Modern Silver Coins - Appraising Your Coin Collection

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Copyright 2015 by Kevin Flynn, All Rights Reserved

On modern U.S. coin series struck for circulation that contain silver are worth primarily their melt value, especially given the high cost of silver. The Roosevelt dimes and Washington quarters contain 90% silver up through 1964. The Franklin half dollars and 1964 Kennedy half dollars are 90% silver. The 1965 through 1970 Kennedy half dollars are 40% silver. Some of the Eisenhower dollars were struck on 40% silver planchets.

There are other rare exceptions, the most rare and dramatic of these are the off-metal error coins, which are also referred to as transitional varieties. For example, 90% silver planchets were used for the dime, quarter, and half dollar in 1964. In 1965, it was decided to use clad planchets for the dime and quarter and 40% silver planchets for the half dollar. A few of the dime, quarter, and half-dollar 90% silver planchets were accidentally struck with 1965 dated working dies. These coins can be worth between $5,000 and $10,000. For 1965 dated dimes and quarters, simply look at the rim of the coin to see if it is silver across, or if you see the darker middle that is the copper center of the clad coinage.

There were over 400 million 1964 Kennedy half dollars struck, with many being saved in original rolls, therefore high grade uncirculated coins are not that rare. But, there are many different doubled dies and a few repunched mint marks known for 1964 and 1964-D Kennedys, some of which can bring $100. The question becomes what effort and time are you willing to commit to find these die varieties. When appraising, this effort is based upon the level the collector wants me to check them. Normally, I will scan through uncirculated specimens.

For silver Roosevelt dimes, Franklin half dollars, and Eisenhower dollars, the same general scan will normally be done. Uncirculated coins are usually separated out as are nicely toned coins, these are sometimes further checked for die varieties.

For Washington quarters, rare dates include the 1932-D and 1932-S, there are several nice doubled dies found in the 1930s and early 1940s, and two over mint marks found in 1950. Generally, silver coins for these series are scanned through, unless a date is found that has a higher probability of a die variety.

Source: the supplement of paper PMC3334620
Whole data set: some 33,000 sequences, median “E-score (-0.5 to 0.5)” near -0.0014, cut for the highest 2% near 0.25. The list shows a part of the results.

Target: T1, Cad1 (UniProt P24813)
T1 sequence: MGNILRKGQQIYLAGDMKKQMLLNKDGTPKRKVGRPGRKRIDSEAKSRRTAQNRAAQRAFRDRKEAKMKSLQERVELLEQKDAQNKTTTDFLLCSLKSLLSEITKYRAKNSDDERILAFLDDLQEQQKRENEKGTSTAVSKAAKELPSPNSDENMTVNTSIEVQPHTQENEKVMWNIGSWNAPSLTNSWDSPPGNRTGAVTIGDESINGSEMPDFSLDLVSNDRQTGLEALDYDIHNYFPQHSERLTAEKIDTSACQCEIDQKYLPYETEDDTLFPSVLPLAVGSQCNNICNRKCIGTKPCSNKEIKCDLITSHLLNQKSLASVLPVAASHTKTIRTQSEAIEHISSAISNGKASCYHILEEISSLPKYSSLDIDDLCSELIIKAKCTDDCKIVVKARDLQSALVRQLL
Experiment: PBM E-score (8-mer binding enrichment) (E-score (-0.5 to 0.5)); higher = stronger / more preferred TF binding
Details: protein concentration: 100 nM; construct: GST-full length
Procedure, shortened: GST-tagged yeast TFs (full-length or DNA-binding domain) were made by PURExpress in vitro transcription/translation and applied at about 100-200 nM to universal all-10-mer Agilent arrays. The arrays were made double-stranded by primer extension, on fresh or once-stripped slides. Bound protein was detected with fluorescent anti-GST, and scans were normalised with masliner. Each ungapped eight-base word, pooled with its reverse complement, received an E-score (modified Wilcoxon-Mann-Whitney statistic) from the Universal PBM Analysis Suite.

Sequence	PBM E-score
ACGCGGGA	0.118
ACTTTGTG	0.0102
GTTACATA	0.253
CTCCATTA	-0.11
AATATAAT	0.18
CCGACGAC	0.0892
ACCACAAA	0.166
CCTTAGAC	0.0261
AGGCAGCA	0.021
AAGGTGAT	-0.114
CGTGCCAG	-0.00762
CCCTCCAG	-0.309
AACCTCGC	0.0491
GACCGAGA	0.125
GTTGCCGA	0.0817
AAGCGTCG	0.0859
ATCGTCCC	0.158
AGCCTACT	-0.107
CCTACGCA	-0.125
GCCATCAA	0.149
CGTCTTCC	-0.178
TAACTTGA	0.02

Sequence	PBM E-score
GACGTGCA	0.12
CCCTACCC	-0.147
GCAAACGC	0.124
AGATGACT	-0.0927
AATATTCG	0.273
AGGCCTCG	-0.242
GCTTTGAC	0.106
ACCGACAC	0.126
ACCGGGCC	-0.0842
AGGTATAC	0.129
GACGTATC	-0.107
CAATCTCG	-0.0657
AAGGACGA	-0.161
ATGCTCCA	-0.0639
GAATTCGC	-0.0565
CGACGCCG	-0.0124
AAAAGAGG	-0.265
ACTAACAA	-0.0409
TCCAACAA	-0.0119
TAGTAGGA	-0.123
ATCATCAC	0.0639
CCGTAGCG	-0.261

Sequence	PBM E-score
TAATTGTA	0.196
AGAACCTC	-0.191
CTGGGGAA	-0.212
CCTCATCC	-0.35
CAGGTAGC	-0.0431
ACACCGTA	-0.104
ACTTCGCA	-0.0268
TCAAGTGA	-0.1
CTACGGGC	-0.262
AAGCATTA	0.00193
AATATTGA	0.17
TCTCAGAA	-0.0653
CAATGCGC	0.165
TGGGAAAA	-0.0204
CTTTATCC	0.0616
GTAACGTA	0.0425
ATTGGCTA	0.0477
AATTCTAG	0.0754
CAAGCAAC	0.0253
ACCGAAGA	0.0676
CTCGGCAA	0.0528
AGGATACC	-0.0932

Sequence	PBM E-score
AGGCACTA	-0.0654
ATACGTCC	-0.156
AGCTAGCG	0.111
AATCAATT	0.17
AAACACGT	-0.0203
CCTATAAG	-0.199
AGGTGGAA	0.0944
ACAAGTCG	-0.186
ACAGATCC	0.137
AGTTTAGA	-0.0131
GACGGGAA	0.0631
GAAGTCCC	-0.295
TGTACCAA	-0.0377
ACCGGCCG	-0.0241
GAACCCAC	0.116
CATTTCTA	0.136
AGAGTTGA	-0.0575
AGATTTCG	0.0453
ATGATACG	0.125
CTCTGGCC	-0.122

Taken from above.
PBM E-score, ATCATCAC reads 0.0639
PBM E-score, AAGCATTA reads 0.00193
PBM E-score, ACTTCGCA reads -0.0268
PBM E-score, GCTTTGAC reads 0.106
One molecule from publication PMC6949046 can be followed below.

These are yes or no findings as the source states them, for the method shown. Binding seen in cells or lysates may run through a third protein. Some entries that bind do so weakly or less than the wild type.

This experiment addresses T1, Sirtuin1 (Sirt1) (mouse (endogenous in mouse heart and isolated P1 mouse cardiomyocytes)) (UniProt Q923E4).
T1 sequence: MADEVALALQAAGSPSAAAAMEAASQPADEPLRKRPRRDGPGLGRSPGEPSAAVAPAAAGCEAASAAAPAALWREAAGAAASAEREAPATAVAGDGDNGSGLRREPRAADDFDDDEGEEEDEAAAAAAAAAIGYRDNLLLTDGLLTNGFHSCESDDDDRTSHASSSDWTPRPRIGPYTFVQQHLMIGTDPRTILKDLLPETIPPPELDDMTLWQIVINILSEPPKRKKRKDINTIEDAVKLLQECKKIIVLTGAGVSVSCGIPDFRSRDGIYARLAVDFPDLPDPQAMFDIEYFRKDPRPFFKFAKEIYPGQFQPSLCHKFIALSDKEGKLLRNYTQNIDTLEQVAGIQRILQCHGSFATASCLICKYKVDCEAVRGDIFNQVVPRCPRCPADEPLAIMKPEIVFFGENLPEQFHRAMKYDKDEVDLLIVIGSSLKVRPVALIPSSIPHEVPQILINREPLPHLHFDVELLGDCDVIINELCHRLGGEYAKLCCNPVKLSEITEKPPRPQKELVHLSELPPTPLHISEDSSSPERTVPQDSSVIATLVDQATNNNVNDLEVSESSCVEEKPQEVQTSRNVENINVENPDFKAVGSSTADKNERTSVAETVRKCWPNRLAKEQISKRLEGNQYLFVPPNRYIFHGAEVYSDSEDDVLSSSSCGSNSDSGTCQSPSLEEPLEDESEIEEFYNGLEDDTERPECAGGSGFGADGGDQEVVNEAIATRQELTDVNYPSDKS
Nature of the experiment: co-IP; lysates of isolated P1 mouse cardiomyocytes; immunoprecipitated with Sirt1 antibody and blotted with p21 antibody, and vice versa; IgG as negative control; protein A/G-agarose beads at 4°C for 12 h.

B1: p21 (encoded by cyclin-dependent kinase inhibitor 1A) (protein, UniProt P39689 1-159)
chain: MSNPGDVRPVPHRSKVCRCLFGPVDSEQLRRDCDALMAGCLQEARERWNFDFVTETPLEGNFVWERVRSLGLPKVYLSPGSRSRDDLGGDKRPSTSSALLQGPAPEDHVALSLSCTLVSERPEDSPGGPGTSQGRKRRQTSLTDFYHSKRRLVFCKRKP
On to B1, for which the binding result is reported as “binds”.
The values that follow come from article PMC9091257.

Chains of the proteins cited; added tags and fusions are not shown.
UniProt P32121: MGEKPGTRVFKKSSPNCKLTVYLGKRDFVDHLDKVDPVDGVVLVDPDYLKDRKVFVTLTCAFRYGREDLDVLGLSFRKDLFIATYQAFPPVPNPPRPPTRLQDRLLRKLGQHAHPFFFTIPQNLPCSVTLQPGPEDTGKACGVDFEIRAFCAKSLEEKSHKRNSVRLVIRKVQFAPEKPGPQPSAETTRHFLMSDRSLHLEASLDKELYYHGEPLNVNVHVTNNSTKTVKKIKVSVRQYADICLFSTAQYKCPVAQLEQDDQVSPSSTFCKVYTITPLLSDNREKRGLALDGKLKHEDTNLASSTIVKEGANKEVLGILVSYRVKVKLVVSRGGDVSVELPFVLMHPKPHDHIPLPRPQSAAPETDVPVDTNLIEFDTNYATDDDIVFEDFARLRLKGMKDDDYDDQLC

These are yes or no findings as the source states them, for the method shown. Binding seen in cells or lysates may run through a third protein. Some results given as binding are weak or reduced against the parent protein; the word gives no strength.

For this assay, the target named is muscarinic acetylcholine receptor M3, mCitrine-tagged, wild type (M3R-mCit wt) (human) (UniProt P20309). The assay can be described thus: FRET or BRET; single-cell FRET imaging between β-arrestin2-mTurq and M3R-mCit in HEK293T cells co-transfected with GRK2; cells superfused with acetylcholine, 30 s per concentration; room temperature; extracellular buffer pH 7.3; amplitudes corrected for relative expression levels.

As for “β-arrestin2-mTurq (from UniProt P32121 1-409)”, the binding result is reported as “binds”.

Most collectors want to be able to quickly determine what their silver coins are worth. If a general reference book is used, it will most likely be out of date as the price of silver can change drastically in a short period of time. It is better to use a resource that can provide real time prices. On either google or yahoo, if you type in "silver value," you will get web sites such as www.kitco.com. These sites will provide live, up to date prices for silver and gold.

The price of silver and gold is normally provided by weight in "Troy Ounces," which is a unit of measurement normally used for precious metals. The normal general system we use in the U.S. for weight is also known as the avoirdupois system.

There are 12 troy ounces in a troy pound as compared to 16 ounces in a U.S. pound. A troy ounce weighs more than a U.S. ounce. There is 480 grains in one troy ounce as compared to 437-1/2 grains for a U.S. ounce. This means that the U.S. ounce is .91% of the weight of a troy ounce. A troy pound weighs less than a U.S. pound. There are 5,760 grains is a troy pound as compared to 7,000 grains in a U.S. pound. This means that a troy pound is .82% of the weight of a U.S. pound.

Therefore, if given the value of one troy ounce, multiple this value by .91 to convert it to U.S. ounces. Then multiple this by .90 if the silver content is 90% or by .40 is the silver content is 40%. Luckily, most of these sites provide the bullion value of the silver for each different gold and silver series.

Previous: Looking for Rare Dates
Next: Modern Proof Sets
Copyright 2015 by Kevin Flynn, All Rights Reserved

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